Hope you all had a wonderful Thanksgiving! As many of you are probably tired of eating turkey by now, this harvest menu from Chef Tracy Cenami Shepos is a delicious way to warm you up as the days get colder. This past month, I had the privilege of photographing the November event hosted by Fresh Starts Chef Events, a project to support Homeward Bound of Marin, a homeless shelter in Marin County, California, providing food, shelter and job training for those in need. I love what Homeward Bound is doing through this program — teaching people the skills they need to get out of homelessness!
November’s Marin County Cooking Class was hosted by Chef Tracey Shepos Cenami of Kendall-Jackson Family Wineries. Chef Cenami is a certified artisan cheesemaker who studied at San Francisco’s California Culinary Academy. She has worked at New York restaurants, catered, been a consulting chef and helped open Willi’s Wine Bar in Santa Rosa. Chef Cenami shared that her mom is a fantastic cook and that her parents loved to eat and would take her and her siblings out to eat with them. She had the opportunity to eat frog legs and foie gras as a young child, giving her the chance to develop discerning taste buds early on.
Chef Cenami’s menu for the evening began with a delicious Lobster-Squash Bisque with Pickled Persimmon.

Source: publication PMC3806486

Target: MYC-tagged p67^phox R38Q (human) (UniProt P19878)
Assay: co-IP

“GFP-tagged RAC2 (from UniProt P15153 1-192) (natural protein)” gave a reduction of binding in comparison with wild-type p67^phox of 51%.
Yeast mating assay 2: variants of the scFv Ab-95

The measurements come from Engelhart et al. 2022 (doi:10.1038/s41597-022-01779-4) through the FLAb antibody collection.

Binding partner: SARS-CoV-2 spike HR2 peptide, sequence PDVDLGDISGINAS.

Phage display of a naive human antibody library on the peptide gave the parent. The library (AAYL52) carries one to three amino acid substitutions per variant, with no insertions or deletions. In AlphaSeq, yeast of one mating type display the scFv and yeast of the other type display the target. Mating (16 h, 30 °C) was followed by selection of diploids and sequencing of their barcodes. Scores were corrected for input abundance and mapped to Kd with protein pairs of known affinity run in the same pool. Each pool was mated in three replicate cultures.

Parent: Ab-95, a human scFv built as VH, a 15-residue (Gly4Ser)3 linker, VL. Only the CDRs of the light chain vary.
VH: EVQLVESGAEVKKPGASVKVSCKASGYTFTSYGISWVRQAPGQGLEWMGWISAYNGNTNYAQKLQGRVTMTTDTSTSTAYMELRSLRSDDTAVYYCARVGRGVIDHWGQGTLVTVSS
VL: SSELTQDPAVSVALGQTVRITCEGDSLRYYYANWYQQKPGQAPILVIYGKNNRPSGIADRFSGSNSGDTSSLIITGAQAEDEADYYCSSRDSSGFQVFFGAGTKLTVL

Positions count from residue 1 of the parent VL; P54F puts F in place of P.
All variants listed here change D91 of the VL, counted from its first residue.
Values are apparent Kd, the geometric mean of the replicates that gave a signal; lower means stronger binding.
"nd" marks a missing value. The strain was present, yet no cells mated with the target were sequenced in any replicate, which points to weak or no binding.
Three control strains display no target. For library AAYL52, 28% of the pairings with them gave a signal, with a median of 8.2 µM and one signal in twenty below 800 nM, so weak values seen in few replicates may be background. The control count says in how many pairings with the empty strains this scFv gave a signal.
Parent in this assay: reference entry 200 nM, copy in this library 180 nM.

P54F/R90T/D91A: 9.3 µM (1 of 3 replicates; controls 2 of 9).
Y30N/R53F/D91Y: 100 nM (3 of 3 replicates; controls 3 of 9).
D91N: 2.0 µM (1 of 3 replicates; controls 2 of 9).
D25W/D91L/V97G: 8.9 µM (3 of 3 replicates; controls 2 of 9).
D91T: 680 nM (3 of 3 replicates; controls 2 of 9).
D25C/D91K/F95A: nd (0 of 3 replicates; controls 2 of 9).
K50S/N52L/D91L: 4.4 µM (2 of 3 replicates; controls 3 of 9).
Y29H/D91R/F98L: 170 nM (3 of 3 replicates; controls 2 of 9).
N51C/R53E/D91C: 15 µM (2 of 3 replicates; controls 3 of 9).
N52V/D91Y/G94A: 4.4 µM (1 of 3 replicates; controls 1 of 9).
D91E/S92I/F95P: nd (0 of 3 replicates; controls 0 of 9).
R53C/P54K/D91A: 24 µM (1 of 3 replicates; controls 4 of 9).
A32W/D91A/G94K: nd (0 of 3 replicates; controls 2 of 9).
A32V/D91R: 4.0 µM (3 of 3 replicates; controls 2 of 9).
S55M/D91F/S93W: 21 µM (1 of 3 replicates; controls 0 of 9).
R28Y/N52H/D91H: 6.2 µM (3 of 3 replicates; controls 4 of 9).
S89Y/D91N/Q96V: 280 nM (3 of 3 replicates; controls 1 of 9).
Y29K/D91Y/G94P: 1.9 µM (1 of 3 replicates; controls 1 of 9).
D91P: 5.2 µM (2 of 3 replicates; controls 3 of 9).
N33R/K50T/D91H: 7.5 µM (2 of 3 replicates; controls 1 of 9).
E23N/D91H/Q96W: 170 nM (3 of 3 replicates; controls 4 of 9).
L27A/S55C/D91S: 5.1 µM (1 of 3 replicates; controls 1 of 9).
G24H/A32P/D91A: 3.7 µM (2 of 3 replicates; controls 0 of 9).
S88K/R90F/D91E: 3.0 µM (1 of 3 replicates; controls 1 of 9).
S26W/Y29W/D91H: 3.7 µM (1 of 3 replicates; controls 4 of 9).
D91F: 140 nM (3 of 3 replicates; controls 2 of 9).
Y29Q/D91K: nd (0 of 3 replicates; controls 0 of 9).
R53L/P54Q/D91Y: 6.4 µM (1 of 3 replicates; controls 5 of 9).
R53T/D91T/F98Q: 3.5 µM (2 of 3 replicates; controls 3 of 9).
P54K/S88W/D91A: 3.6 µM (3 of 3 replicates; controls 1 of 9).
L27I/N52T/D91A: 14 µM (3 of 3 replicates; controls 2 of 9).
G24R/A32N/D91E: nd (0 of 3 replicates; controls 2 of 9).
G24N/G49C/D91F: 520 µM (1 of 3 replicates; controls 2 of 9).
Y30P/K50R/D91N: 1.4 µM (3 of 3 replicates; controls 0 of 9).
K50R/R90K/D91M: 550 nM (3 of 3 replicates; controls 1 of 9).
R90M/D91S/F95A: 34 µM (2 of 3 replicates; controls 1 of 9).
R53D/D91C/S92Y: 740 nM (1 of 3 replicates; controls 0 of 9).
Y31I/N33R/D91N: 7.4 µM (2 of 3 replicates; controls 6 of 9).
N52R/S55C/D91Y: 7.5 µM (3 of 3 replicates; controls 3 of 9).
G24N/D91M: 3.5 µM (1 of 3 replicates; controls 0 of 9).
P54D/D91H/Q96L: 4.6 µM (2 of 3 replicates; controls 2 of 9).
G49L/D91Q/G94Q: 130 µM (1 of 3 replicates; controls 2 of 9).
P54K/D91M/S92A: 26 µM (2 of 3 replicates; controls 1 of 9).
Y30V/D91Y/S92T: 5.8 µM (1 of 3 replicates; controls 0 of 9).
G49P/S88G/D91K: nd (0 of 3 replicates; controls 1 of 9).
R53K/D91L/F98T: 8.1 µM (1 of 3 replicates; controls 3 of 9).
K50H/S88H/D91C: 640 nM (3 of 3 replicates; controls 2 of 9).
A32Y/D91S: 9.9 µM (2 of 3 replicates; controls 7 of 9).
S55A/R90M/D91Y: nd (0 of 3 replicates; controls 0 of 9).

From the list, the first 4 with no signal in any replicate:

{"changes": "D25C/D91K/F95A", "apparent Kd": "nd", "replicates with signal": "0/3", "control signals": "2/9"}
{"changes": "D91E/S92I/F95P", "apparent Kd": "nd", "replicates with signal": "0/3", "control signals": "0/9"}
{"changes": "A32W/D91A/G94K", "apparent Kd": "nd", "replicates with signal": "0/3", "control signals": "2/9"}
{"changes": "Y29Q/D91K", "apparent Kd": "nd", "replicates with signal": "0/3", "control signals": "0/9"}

I love everything lobster, so I was very excited to try this bisque. It was made with carrots, onions, celery, butternut squash, squash and lobster stock, vanilla bean, lemon, olive oil, creme fraiche, lobster meat and Kendall-Jackson Chardonnay.
Chef Cenami demonstrated how to properly cut up a lobster and a squash — two food items that might be a bit unfamiliar for home cooks.
The star of this bisque (besides the lobster) were pickled persimmons. I have recently become a fan of persimmons, so this was a fun way to eat them. The pickled persimmons sit overnight in a mixture of water, balsamic vinegar, cloves, sugar, bay leaf and star anise.
I would never think to pair them with lobster, but their sweet and sour flavor balanced well with the creaminess of the soup.
The students were busy in the back preparing the lobster bisque for guests.
The soup was finished with a drizzle of creme fraiche.
The main course of the evening was Cabernet-Braised Short Ribs, Parsnip Puree & Spiced Carrots.
Short ribs totally represent warm, homey comfort food to me, so these were a treat for these brisk evenings. The shorts ribs were made with veal broth, veal stock, tomato paste (which is cooked first to remove any chalky flavor), onions, carrot, celery, thyme, bay leaf, allspice and Cabernet Sauvignon.
Chef Cenami emphasized the need to leave the meat alone and let it brown — really brown to a nice dark color!
Here she deglazes the pan with the wine and pours the whole thing into a braising pan.
Chef Cenami shared that whenever you braise anything, you should cook it the day before, cool it in the refrigerator and reheat it the next day, so that the all the flavors come together. I’ve been trying to do this with my stews and pulled pork/carnitas, and it truly makes a huge difference in the way the final dish tastes, but I will say that it’s hard to be patient and wait a whole day before I can eat it!